There are no statutory requirements with regard to the maximum shelf life period. The shelf life of a food product is dependent on many factors. The nature, preparation and composition of the food as well as the packaging materials used and the packaging process thus play a decisive role.
It should be noted:
The best before date is not an expiration date!
Generally speaking, foodstuffs can be consumed significantly later than indicated on the packaging. The date specified on the packaging is not an expiration date on which the food will become spoilt but rather defines the point in time up to which the food will display no significant loss of quality or taste.
The composition, preparation and processing of the food, the packaging materials used, the production process and the integrity of the food producer all ultimately determine whether the food will keep for 2, 5, 10, 15 or 25 years.
Tinned foods exist as fully-preserved tinned products, semi-preserved tinned products, dried tinned products and tropically preserved products.
Tinned foods can be divided into fully-preserved, semi-preserved, dried and tropically preserved products. The classification as to what kind of tinned food is involved is determined by the core temperature achieved and the duration for which the temperature is applied during the sterilisation of the food in the tin. The higher the core temperature and the longer the process time, the more micro-organisms, bacteria and spores are killed in the foodstuff to be preserved. This kill rate is measured in the so-called F-value, a unit of the sterilisation process Ultimately, the higher the F-value, the longer the foodstuff can be kept in the tin.
The tinned food we buy in the supermarket today is always fully- or semi-preserved. The manufacturers of these foodstuffs provide for their food being consumed within 6 to 24 months. Therefore, during manufacture the tinned foods are only produced with a correspondingly low F-value and in order to reach a higher F-value, more energy and time must be applied during production for the achievement and maintenance of the higher temperatures, leading to higher production costs and, ultimately, the costs of the actual food being unnecessarily increased.
Not every tin has to last for ever.
Manufacturers permanently optimise their production processes so as to reduce production costs. Use of materials and energy costs already account for a large proportion of the cost of production of tinned foods in Europe. In order to reduce costs, the tinned foods we buy in the supermarket are only produced with the maximum necessary F-value and ever thinner material thicknesses of the tinplate or aluminium cans. In this way, the manufacturer can guarantee the shelf life of 6 to 24 months with low production costs.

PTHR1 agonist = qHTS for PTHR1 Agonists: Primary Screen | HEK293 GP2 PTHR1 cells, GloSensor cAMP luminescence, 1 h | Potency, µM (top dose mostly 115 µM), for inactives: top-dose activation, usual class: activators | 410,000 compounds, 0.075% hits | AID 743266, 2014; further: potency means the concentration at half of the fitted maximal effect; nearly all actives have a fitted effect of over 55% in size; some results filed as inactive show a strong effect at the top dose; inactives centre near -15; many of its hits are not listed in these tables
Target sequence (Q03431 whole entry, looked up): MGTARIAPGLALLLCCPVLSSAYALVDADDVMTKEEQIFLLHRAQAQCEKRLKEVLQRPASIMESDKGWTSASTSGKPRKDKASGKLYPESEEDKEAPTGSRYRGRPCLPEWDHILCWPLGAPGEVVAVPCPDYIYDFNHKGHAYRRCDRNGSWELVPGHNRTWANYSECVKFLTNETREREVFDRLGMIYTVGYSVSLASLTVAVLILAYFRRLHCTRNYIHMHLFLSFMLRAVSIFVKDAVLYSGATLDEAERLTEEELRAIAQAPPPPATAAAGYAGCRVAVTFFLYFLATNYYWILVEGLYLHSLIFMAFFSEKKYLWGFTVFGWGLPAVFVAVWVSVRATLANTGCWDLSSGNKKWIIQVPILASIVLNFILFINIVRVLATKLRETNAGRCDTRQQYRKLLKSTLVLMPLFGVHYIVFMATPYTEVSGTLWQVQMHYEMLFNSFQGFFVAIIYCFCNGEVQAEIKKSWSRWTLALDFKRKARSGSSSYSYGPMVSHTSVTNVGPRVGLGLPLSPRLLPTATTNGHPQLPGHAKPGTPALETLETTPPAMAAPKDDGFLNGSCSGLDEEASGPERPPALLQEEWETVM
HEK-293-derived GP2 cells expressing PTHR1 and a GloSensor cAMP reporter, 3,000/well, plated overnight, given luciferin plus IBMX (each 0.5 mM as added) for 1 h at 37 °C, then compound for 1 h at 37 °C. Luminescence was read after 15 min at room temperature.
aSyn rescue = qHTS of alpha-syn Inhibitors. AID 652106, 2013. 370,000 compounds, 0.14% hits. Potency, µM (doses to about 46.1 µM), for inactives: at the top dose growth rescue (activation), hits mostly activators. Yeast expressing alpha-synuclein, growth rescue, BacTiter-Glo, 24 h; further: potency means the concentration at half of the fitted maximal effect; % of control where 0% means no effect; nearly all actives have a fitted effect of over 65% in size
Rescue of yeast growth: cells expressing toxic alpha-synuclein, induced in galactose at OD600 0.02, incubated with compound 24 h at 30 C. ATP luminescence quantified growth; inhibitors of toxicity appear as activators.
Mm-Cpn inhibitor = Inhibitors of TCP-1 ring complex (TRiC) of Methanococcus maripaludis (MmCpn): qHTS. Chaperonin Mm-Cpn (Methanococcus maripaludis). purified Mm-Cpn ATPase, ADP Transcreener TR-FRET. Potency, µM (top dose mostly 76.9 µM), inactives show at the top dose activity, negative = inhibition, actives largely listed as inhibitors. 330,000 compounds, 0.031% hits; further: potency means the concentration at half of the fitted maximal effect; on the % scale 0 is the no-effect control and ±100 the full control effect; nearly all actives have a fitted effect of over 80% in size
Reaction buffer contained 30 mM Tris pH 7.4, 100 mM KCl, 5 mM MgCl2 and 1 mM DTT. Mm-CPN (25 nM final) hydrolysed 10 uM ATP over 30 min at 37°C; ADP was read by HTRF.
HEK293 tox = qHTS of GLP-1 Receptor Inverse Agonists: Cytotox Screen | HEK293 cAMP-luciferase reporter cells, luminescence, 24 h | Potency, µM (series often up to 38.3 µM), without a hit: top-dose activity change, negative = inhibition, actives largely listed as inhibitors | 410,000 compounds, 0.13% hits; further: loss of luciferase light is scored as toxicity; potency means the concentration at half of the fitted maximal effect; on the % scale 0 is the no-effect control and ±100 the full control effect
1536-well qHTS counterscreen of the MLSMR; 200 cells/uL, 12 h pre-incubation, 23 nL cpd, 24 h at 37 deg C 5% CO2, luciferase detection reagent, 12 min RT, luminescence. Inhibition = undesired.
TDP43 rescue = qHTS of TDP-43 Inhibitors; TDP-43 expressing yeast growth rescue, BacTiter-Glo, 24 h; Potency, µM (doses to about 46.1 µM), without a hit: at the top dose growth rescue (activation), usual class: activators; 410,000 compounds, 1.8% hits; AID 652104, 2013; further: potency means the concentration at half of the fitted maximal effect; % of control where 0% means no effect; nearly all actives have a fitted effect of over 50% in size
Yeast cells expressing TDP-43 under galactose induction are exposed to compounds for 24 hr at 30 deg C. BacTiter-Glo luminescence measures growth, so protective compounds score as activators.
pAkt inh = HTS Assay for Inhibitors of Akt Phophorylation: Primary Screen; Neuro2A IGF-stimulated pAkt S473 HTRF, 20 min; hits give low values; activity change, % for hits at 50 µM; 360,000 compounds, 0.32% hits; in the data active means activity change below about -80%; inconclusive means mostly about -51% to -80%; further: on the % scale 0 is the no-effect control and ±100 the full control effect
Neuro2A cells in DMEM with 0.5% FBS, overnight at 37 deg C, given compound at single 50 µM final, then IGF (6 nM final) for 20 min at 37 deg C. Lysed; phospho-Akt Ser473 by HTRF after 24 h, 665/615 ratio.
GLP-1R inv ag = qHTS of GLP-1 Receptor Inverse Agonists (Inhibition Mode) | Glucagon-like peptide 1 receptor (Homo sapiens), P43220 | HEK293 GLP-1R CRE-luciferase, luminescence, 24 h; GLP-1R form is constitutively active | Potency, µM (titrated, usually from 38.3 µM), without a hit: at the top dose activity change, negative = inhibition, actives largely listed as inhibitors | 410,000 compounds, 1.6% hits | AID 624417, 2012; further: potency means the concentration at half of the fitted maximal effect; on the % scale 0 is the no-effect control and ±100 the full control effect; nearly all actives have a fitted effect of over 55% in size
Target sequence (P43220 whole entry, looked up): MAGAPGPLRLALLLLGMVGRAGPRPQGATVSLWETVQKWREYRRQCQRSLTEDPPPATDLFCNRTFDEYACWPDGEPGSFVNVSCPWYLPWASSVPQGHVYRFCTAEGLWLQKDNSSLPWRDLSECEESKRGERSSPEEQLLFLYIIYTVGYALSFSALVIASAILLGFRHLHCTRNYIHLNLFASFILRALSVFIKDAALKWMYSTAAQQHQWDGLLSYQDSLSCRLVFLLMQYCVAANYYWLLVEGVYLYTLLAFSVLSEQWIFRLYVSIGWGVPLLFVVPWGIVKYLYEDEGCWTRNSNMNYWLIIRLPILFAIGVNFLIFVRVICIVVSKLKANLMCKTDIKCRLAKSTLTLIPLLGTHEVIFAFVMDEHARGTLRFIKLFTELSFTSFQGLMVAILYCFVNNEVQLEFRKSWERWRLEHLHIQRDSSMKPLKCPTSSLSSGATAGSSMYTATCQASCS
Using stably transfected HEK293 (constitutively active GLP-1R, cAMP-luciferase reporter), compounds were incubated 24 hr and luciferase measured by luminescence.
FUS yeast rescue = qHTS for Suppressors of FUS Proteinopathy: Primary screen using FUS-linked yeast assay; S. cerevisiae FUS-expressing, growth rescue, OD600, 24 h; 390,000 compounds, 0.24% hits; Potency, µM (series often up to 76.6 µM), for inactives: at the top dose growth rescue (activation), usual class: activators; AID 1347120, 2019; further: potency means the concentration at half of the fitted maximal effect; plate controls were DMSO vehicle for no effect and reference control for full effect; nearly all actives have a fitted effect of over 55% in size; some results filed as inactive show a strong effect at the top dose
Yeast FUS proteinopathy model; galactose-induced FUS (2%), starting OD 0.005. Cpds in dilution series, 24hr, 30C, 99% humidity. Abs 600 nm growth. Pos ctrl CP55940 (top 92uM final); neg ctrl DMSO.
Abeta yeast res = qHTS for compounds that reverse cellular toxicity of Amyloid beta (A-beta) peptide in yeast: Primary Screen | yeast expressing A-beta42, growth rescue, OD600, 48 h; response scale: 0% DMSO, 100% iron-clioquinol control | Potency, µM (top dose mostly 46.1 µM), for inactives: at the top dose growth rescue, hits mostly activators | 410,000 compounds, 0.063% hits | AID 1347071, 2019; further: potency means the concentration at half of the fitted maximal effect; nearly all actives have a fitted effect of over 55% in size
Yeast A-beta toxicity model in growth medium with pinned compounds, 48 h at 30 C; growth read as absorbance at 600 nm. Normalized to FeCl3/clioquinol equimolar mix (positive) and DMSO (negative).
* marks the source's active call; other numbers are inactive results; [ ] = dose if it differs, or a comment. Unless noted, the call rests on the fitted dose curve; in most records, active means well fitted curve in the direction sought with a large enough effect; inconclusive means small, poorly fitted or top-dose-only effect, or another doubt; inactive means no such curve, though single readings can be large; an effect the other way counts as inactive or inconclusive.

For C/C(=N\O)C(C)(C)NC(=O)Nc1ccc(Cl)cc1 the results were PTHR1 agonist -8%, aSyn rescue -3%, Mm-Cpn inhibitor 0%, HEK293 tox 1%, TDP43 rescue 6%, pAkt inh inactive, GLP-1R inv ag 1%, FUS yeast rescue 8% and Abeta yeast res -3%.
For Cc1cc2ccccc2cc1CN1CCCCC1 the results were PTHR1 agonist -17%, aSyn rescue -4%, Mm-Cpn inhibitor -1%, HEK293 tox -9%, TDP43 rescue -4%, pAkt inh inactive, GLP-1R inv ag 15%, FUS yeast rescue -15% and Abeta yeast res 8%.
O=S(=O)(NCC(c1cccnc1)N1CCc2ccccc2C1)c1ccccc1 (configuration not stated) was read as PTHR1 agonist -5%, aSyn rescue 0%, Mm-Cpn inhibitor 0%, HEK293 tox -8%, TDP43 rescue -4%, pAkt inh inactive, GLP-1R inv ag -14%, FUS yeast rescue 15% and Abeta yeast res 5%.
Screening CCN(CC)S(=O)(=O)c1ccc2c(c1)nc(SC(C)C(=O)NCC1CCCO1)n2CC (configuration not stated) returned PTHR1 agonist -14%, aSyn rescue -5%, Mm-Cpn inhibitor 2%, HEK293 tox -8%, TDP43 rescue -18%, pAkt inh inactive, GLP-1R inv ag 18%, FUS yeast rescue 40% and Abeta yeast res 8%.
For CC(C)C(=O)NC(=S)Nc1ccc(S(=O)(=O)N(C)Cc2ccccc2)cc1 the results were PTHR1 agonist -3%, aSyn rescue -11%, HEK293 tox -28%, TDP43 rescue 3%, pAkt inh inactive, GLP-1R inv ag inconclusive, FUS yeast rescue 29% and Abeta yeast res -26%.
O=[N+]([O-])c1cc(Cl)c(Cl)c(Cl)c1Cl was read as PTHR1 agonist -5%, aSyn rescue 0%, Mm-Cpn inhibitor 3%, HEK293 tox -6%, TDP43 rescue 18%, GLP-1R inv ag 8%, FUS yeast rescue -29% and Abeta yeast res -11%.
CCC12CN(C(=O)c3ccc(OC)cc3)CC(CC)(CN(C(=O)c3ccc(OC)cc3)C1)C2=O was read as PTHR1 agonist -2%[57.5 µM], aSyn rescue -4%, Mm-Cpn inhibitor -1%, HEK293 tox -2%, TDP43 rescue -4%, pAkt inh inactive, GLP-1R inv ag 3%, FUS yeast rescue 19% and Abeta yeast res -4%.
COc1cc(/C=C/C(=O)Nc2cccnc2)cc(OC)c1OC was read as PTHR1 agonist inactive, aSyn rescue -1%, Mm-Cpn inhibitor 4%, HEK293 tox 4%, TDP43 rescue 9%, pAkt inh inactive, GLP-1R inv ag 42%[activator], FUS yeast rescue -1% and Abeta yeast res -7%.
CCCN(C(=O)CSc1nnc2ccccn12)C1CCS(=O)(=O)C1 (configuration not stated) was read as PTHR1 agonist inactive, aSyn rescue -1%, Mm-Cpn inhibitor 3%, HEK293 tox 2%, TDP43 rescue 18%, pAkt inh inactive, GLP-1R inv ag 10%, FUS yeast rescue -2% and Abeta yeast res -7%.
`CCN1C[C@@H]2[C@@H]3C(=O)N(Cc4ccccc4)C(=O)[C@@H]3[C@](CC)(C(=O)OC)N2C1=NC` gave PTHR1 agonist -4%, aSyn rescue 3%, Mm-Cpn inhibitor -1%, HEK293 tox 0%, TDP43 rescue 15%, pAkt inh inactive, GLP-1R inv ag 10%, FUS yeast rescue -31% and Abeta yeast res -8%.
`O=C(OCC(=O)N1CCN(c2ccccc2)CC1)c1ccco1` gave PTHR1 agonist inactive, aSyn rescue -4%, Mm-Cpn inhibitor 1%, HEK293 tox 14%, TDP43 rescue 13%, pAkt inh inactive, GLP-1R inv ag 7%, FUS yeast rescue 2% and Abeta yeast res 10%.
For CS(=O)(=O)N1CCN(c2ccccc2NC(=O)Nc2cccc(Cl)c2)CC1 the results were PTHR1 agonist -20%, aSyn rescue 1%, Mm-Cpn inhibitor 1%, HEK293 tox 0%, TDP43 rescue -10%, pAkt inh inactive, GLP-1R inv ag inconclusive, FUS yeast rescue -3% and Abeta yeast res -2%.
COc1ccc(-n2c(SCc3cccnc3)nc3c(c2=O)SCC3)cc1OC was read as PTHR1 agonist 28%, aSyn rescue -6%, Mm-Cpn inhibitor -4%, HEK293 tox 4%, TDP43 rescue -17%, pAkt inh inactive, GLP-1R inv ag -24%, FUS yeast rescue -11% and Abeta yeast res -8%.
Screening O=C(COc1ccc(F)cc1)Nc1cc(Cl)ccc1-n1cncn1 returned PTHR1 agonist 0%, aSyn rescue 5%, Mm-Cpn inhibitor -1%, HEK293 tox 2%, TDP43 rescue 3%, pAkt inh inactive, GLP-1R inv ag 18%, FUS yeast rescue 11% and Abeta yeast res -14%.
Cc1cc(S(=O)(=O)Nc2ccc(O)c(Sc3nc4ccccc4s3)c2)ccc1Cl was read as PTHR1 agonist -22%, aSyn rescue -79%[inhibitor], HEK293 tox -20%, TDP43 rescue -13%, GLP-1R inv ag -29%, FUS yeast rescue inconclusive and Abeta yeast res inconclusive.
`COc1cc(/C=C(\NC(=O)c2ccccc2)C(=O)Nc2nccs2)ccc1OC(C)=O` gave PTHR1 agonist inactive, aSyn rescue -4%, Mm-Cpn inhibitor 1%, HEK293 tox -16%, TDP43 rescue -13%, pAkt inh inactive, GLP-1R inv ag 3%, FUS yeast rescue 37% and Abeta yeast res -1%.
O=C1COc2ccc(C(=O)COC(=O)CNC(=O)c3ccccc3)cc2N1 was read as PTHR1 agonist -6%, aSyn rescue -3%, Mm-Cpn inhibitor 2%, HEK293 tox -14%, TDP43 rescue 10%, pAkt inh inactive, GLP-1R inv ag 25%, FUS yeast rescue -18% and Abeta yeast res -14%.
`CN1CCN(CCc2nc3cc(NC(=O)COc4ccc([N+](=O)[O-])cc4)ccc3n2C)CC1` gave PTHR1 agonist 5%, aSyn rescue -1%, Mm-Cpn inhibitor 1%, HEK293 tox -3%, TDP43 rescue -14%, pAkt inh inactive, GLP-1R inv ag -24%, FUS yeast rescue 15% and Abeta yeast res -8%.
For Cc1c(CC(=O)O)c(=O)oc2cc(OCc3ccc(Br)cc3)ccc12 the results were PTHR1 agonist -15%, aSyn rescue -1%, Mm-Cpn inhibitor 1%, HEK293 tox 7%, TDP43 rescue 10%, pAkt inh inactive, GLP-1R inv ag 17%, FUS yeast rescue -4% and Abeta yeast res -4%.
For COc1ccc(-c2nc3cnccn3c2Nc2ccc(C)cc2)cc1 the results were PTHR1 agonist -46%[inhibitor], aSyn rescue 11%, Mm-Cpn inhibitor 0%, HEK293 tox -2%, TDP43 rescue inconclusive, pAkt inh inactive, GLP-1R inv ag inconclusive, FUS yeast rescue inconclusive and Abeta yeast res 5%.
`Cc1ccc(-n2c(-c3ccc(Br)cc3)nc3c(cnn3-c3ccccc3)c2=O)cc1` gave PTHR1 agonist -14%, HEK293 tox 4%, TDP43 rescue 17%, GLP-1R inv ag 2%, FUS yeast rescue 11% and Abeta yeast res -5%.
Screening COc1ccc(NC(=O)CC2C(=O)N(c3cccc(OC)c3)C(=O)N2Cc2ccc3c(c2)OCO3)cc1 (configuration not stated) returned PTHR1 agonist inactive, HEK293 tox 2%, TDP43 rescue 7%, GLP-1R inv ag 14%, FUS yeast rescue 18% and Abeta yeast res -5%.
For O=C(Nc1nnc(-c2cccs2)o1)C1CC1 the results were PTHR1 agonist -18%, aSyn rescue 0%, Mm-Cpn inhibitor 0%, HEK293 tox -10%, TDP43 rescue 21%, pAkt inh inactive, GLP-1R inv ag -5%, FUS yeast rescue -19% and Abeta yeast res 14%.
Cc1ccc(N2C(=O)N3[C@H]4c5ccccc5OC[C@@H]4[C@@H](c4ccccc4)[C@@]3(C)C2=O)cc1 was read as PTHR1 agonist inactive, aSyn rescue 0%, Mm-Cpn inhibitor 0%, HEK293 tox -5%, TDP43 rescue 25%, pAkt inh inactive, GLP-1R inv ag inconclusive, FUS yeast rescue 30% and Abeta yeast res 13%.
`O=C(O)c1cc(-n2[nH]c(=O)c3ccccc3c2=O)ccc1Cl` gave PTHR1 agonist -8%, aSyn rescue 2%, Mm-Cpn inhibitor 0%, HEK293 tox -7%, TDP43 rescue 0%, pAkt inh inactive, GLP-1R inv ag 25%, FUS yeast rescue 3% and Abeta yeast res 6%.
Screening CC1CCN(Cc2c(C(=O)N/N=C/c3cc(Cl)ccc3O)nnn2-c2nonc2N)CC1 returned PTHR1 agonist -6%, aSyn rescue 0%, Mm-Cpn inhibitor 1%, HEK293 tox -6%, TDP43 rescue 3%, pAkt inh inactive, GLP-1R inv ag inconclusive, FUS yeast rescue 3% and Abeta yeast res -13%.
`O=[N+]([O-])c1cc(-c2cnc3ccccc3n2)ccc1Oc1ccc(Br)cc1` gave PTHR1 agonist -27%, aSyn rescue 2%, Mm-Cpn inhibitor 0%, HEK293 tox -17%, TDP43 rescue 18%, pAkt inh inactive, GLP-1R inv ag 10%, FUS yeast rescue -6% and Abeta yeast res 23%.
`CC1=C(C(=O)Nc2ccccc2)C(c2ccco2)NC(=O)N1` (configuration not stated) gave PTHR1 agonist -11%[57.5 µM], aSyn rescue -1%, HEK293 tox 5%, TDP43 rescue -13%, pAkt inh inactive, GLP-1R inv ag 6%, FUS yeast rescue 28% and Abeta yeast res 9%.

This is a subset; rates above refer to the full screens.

Here at CONVAR foods, we are experts when it comes to the manufacture and development of food products which are to be stored for a long period of time - so called long term foodstuffs.
From the very start, our food products are designed for an extremely long shelf life under the most advserve conditions, and when selecting the raw material for each receipe and also the packaging materials, we take into account whether they are suitable for the necessary production processes in order to meet our high-quality standards even after a long storage period of over 10 years.
All foodstuffs produced by CONVAR for long-term storage are produced as tropically preserved products. This means that the more intensive heat treatment (longer and / or higher temperatures) also kills thermophilic spores.
Tropically preserved products produced by us under the DosenBistro and EF brands with a minimum shelf life of 10 years can be found here:
Experience with historically old tinned products
There are always new reports and evidence of tinned products being opened, examined and consumed after 70 or even 100 years. Micro-biologically, these foods were all still intact. However, this should not be taken to mean that the tinned products we buy in the supermarket can be kept for this long. In those days, material thicknesses were used for the production of the tins which were many times higher than the requirements today for sale in the supermarket. Furthermore, at that time all tinned products were produced as per the parameters now accorded to tropically preserved products.
Tinned bread from the second world war edible
As the WELT newspaper reported back in July 2002, an 84-year old man found a box of 20 tins of bread from the second world war in the corner of his garage. He then made the tins available to the European Bread Museum in Ebergötzen (Northern Germany). The appropriate food supervisory authority of the district of Siegen examined the black bread and classified it as "still edible". Theexperts were amazed. According to contemporary witnesses and experts, the shelf life of tinned bread is about ten years, however, the specified minimum shelf life even today is only a modest two years. Tinned bread can actually achieve a shelf life of more than 50 years!
Briton eats 50-year old tinned chicken
Among many other things, when they married in 1956, the British couple Les and Beryl Lailey received a tin of chicken. They kept the tin in the kitchen cupboard until their 50th wedding anniversary when Mr Lailey implemented his plan. He had always said that he would open the tin and eat the contents on their 50th wedding anniversary. The 73-year old tasted the 50-year-old chicken and thought it was excellent. Just a bit too salty, reckoned Mr Lailey.
Your conserva.de team
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